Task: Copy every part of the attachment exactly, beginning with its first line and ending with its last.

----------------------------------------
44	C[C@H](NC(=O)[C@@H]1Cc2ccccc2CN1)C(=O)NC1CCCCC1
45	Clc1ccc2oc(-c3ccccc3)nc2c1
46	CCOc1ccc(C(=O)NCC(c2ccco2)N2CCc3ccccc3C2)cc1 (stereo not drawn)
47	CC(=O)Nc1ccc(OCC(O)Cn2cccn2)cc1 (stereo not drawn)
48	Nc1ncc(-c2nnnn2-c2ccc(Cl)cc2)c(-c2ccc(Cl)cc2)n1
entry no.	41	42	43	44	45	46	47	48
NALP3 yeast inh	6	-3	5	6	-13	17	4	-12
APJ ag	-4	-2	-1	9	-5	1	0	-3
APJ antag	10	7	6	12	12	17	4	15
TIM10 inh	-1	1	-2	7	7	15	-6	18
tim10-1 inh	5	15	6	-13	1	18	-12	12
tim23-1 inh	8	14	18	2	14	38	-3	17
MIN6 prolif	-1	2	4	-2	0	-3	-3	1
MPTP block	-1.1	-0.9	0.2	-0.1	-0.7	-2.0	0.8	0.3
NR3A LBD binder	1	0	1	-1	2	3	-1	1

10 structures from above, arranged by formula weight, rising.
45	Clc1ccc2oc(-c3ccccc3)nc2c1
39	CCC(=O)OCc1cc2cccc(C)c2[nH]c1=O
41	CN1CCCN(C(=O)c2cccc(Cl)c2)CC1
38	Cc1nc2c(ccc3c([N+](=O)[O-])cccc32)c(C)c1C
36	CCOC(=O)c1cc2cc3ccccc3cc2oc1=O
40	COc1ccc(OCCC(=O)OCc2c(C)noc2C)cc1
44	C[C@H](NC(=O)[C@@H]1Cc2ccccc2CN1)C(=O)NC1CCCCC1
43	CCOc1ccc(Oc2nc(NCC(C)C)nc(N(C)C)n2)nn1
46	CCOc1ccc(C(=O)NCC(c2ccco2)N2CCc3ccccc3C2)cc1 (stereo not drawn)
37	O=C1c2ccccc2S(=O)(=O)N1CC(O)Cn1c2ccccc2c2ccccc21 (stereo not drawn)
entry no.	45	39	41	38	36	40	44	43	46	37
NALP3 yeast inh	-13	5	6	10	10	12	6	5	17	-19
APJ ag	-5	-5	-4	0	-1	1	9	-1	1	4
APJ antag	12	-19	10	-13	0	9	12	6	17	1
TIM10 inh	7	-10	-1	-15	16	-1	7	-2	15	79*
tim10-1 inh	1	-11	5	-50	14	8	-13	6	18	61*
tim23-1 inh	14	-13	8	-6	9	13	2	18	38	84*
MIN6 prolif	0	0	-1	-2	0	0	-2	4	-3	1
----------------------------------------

44	C[C@H](NC(=O)[C@@H]1Cc2ccccc2CN1)C(=O)NC1CCCCC1
45	Clc1ccc2oc(-c3ccccc3)nc2c1
46	CCOc1ccc(C(=O)NCC(c2ccco2)N2CCc3ccccc3C2)cc1 (stereo not drawn)
47	CC(=O)Nc1ccc(OCC(O)Cn2cccn2)cc1 (stereo not drawn)
48	Nc1ncc(-c2nnnn2-c2ccc(Cl)cc2)c(-c2ccc(Cl)cc2)n1
entry no.	41	42	43	44	45	46	47	48
NALP3 yeast inh	6	-3	5	6	-13	17	4	-12
APJ ag	-4	-2	-1	9	-5	1	0	-3
APJ antag	10	7	6	12	12	17	4	15
TIM10 inh	-1	1	-2	7	7	15	-6	18
tim10-1 inh	5	15	6	-13	1	18	-12	12
tim23-1 inh	8	14	18	2	14	38	-3	17
MIN6 prolif	-1	2	4	-2	0	-3	-3	1
MPTP block	-1.1	-0.9	0.2	-0.1	-0.7	-2.0	0.8	0.3
NR3A LBD binder	1	0	1	-1	2	3	-1	1

10 structures from above, arranged by formula weight, rising.
45	Clc1ccc2oc(-c3ccccc3)nc2c1
39	CCC(=O)OCc1cc2cccc(C)c2[nH]c1=O
41	CN1CCCN(C(=O)c2cccc(Cl)c2)CC1
38	Cc1nc2c(ccc3c([N+](=O)[O-])cccc32)c(C)c1C
36	CCOC(=O)c1cc2cc3ccccc3cc2oc1=O
40	COc1ccc(OCCC(=O)OCc2c(C)noc2C)cc1
44	C[C@H](NC(=O)[C@@H]1Cc2ccccc2CN1)C(=O)NC1CCCCC1
43	CCOc1ccc(Oc2nc(NCC(C)C)nc(N(C)C)n2)nn1
46	CCOc1ccc(C(=O)NCC(c2ccco2)N2CCc3ccccc3C2)cc1 (stereo not drawn)
37	O=C1c2ccccc2S(=O)(=O)N1CC(O)Cn1c2ccccc2c2ccccc21 (stereo not drawn)
entry no.	45	39	41	38	36	40	44	43	46	37
NALP3 yeast inh	-13	5	6	10	10	12	6	5	17	-19
APJ ag	-5	-5	-4	0	-1	1	9	-1	1	4
APJ antag	12	-19	10	-13	0	9	12	6	17	1
TIM10 inh	7	-10	-1	-15	16	-1	7	-2	15	79*
tim10-1 inh	1	-11	5	-50	14	8	-13	6	18	61*
tim23-1 inh	14	-13	8	-6	9	13	2	18	38	84*
MIN6 prolif	0	0	-1	-2	0	0	-2	4	-3	1